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article imageBritish warships to get 'Siri-style' controls for digital warfare

By James Walker     Sep 13, 2017 in Technology
Britain's new warships will be equipped with a voice-control system akin to Apple's Siri. The Royal Navy is bringing itself up to date with the digital era. IT will be used across its vessels and weapons to create a flexible fleet for "decisive" action.
The Siri-style voice interface was announced by the first sea lord Admiral Sir Philip Jones, The Guardian reports. It'll be fitted to all of the UK's new Type-31 frigates, targeted for deployment by 2023. The ships will come with several "app-based tools" to assist the crew in making decisions and processing information.
Jones said the Navy's even evaluating augmented reality technology. While most people are just getting to grips with the concept of AR, using devices like Apple's new iPhone X, it could become a critical asset in the future of warfare. No industry is immune to the effects of digital transformation and the data economy. Jones said the use of tech on ships "is not a gimmick," instead reflecting the shifting realities of war.
"The Type 31e will feature different app-based tools which can access the ship's data. These will be operated from a series of touchscreen displays, Siri-style voice-controlled assistants and perhaps even augmented reality technology," The Guardian reports Jones said. "This is not a gimmick or a fad. As modern warfare becomes ever faster, and ever more data driven, our greatest asset will be the ability to cut through the deluge of information to think and act decisively."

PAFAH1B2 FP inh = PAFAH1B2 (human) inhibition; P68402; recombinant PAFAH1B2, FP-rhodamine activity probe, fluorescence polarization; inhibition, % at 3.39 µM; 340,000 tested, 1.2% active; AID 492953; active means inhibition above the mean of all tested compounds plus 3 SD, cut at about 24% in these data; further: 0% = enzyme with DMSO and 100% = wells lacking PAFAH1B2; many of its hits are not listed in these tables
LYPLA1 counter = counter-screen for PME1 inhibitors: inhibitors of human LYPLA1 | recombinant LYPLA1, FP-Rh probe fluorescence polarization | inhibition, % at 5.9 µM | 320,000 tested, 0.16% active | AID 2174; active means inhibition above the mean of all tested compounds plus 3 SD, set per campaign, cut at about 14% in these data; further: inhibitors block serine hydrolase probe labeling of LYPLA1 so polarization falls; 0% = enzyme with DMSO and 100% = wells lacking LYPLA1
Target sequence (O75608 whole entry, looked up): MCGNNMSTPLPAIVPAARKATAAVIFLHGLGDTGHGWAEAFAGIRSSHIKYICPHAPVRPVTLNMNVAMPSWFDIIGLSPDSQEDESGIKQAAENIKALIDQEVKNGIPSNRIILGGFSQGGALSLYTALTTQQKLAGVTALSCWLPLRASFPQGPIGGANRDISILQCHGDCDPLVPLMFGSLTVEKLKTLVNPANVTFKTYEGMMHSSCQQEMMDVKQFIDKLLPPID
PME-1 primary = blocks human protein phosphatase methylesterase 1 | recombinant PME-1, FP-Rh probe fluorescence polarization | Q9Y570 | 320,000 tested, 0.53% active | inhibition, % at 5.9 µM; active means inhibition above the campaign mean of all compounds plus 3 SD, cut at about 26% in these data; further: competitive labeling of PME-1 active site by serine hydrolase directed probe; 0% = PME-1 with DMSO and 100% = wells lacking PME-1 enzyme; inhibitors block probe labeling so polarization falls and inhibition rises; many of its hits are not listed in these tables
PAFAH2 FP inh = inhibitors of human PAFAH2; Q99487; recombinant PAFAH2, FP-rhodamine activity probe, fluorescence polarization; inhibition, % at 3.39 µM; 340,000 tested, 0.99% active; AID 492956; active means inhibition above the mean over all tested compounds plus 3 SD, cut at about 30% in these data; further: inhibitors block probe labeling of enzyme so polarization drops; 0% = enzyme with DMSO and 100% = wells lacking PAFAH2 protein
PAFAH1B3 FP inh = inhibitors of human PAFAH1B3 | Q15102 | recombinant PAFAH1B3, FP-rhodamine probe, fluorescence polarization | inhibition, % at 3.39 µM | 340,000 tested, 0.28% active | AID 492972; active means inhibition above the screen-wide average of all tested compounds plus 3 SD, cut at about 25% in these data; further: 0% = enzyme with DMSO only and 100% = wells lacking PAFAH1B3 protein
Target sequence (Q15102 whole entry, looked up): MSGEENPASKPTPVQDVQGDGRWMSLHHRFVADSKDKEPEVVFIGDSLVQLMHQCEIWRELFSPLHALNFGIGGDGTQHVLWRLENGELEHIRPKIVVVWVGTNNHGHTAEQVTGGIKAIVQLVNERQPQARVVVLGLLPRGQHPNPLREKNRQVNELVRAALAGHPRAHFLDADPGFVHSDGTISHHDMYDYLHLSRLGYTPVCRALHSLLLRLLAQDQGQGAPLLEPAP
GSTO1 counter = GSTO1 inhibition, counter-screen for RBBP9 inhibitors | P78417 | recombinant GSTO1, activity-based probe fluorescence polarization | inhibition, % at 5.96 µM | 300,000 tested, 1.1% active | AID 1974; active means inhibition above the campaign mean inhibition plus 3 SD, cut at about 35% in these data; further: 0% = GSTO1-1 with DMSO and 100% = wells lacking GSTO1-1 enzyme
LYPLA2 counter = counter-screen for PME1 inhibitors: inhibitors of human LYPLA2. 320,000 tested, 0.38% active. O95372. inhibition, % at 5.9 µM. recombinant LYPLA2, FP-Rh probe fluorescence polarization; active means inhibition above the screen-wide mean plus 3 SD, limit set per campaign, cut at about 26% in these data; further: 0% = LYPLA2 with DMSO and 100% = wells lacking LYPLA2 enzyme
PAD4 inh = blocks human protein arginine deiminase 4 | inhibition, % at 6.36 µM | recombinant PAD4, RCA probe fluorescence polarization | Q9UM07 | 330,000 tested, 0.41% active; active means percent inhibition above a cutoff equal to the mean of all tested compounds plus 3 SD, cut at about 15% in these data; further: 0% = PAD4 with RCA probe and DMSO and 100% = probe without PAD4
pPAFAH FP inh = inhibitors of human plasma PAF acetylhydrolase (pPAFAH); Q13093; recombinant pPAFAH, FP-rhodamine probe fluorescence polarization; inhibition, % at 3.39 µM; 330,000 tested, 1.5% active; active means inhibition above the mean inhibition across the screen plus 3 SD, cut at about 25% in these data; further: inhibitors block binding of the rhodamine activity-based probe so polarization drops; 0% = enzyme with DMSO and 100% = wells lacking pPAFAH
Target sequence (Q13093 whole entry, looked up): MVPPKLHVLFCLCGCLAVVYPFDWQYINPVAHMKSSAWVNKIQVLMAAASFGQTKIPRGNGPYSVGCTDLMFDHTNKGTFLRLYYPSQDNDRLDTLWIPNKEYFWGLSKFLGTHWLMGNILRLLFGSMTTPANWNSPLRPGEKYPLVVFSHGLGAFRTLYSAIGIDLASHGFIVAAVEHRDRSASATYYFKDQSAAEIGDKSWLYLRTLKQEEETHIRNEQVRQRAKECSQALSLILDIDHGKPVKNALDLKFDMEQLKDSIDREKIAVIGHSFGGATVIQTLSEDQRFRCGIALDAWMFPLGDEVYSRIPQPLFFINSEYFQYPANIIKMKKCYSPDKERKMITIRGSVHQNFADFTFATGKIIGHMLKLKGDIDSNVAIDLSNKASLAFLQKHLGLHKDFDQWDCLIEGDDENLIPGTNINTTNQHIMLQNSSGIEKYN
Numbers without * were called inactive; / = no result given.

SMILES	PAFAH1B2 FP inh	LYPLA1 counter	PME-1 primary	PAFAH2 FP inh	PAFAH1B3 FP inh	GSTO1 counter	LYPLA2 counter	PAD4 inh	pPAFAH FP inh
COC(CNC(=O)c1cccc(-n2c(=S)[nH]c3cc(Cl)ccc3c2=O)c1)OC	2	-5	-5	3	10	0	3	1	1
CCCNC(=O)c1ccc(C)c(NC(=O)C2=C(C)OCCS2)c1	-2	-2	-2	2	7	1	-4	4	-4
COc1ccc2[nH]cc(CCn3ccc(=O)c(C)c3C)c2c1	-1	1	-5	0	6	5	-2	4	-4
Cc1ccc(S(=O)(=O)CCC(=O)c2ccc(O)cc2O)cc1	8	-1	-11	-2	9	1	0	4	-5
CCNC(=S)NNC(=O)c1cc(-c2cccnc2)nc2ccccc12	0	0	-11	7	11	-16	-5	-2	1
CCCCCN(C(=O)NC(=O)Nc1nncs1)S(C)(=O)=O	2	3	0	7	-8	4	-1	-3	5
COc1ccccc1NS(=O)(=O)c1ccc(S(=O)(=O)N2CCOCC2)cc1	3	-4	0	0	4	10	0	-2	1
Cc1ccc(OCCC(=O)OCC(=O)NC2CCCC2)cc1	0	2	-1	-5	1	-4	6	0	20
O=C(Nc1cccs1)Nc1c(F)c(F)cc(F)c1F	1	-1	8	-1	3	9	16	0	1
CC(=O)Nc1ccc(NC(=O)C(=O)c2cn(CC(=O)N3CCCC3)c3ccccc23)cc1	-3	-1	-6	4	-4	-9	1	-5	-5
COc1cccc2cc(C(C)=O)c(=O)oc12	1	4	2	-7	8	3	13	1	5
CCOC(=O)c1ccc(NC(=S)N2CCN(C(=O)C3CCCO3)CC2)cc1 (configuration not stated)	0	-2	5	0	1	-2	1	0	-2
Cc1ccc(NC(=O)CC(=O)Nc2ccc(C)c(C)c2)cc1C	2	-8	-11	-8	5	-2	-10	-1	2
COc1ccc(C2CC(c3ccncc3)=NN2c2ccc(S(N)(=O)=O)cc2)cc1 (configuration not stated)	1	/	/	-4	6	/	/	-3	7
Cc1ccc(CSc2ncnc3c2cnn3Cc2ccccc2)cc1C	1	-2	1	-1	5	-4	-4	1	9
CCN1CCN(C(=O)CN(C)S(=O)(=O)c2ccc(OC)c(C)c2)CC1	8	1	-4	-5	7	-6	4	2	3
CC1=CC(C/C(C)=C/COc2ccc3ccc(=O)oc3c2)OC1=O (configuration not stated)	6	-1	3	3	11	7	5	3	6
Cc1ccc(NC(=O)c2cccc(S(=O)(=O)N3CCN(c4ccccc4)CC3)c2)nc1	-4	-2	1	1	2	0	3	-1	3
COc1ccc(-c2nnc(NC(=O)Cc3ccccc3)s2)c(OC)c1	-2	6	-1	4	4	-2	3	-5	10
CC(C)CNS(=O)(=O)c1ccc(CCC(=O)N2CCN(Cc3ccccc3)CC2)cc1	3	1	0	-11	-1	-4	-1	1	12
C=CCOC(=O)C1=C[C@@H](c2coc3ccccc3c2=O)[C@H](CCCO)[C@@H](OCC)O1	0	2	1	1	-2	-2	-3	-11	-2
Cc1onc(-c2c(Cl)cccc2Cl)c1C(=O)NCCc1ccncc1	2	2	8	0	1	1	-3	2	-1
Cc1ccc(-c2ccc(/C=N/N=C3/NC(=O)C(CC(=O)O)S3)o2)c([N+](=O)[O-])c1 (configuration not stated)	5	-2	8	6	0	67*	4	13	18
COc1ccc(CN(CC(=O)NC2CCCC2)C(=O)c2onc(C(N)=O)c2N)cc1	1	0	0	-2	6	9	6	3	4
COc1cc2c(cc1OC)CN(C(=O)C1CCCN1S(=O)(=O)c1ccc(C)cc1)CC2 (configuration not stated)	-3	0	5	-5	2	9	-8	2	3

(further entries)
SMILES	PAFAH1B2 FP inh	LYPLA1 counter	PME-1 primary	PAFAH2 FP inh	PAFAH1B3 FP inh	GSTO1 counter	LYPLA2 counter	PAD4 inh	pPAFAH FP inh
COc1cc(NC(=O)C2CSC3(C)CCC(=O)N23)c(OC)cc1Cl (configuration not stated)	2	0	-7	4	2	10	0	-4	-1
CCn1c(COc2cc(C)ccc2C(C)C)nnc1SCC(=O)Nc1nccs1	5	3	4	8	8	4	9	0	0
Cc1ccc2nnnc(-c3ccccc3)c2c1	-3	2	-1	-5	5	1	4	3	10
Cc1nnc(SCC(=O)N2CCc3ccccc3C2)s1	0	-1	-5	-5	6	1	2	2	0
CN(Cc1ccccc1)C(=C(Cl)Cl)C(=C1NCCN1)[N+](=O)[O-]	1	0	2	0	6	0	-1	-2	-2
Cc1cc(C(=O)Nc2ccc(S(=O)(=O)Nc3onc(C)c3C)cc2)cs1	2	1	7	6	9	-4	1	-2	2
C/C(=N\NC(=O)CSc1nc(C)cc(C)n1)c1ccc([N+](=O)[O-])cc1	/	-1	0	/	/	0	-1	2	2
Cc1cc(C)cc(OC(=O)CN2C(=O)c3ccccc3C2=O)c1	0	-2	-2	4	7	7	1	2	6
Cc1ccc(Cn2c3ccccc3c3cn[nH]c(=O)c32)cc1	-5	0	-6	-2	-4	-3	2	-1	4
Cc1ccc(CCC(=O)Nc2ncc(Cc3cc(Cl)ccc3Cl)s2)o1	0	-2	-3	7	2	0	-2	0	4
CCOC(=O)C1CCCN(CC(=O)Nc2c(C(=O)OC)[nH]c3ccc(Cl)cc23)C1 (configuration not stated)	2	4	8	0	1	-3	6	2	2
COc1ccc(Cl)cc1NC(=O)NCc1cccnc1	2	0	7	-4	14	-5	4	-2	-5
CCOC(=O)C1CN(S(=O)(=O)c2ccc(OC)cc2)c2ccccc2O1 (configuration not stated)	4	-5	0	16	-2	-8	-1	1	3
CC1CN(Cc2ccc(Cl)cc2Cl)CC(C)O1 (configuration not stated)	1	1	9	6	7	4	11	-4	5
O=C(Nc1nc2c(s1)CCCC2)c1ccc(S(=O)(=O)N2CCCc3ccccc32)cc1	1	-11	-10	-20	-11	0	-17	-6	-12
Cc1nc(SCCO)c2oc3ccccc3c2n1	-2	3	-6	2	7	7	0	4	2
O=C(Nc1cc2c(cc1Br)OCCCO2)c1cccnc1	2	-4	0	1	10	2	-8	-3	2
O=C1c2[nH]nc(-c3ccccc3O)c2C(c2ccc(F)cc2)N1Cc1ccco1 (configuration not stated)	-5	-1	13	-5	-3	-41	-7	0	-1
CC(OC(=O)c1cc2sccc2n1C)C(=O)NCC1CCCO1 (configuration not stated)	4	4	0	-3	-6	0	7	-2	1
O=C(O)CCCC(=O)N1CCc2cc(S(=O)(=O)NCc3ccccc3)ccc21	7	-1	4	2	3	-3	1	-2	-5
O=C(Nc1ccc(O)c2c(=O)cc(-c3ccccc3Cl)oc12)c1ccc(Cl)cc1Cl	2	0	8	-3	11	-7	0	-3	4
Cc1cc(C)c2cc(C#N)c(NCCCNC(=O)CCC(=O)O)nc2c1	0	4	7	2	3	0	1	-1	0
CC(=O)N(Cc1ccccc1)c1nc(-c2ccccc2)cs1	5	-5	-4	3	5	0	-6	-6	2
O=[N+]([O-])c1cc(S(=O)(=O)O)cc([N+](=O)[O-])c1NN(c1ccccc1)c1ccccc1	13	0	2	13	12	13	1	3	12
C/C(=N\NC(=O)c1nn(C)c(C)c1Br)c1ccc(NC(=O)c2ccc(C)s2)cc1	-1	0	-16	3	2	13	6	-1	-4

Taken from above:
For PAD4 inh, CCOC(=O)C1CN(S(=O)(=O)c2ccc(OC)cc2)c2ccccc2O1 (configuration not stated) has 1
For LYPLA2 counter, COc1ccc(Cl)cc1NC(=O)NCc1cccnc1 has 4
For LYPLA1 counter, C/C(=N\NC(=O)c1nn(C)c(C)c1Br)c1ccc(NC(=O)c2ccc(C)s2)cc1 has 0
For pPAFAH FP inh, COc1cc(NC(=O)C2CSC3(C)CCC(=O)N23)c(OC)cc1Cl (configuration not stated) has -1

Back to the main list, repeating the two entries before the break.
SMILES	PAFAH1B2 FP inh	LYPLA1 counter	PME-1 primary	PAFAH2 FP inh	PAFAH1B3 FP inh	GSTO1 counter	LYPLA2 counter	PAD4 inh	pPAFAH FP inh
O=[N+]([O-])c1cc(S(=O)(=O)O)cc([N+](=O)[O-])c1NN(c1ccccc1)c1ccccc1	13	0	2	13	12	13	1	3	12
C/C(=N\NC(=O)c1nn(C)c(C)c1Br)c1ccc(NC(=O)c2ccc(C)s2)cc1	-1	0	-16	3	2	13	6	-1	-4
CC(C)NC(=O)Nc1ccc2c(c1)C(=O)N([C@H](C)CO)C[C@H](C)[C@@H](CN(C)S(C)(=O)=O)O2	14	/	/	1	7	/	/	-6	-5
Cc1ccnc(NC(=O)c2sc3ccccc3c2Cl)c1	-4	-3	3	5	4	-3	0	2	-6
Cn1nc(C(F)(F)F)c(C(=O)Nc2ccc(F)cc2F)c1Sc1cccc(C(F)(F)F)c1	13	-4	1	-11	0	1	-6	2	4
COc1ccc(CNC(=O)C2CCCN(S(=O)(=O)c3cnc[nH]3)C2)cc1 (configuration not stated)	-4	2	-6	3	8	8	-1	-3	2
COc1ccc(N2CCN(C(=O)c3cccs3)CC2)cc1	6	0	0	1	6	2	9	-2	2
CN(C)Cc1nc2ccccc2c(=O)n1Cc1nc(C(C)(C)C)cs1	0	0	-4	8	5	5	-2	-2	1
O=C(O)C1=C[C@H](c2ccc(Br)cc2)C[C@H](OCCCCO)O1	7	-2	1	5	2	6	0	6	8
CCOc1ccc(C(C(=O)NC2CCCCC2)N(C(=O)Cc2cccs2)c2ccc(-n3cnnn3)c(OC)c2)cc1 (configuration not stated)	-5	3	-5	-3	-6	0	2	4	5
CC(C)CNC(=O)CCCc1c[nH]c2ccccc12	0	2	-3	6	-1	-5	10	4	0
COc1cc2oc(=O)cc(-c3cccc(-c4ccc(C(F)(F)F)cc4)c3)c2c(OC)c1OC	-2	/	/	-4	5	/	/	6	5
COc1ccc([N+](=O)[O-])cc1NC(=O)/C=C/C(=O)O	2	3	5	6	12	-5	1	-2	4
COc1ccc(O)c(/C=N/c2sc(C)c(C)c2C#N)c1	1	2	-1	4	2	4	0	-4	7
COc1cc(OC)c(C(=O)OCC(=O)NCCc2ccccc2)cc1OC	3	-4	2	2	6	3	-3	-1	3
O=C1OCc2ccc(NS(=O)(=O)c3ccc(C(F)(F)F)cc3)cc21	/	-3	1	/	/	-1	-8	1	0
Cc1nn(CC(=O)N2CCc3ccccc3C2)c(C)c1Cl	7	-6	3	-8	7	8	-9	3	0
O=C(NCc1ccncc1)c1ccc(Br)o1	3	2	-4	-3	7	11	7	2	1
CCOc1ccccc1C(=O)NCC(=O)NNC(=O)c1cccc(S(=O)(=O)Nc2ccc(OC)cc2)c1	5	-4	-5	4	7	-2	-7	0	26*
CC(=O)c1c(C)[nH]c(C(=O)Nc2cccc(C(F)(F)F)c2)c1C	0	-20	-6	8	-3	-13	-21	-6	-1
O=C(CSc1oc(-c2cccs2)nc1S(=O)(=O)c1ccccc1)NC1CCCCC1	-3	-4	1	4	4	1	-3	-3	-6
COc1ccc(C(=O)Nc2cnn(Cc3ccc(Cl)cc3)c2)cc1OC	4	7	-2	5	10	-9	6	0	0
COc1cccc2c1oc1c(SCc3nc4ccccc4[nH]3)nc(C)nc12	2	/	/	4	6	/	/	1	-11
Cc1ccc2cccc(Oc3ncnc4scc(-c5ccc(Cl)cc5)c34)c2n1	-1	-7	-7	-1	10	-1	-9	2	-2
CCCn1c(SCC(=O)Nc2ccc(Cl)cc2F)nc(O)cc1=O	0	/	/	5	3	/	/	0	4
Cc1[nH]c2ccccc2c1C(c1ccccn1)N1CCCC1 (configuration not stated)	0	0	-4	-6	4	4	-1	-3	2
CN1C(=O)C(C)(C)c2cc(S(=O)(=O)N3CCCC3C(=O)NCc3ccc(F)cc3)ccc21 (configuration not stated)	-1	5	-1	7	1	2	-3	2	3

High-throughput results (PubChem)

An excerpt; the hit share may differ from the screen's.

Digital transformation is already having a profound impact on the navy, according to the first sea lord. During the event, held during the opening of one of the world's biggest arms fairs, Jones discussed the challenges in planning for future warfare.
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At some point, the navy will need to abandon its legacy platforms and move to a full data-first model. Jones said this will offer "truly transformative advances" but will also place new burdens on finances and manpower.
Security and safety also have to be considered. Although the technology has the potential to create a new era of warfare, it carries its own risks and limitations. A successful cyberattack against a warship could disable the craft entirely or wreak havoc with its systems. In implementing new technology, care must be taken not to move too quickly without proper evaluation.
The navy plans to spend over £60 billion over the next decade on fleet rejuvenation and digital platforms. It aims to be at the forefront of modern maritime technology and wants to work with start-ups to "tap into their entrepreneurial expertise." The push towards digital comes a few months after Britain's new aircraft carrier took to the seas, attracting attention because it allegedly still runs Windows XP. Evidently, the navy's still got some progress to make.
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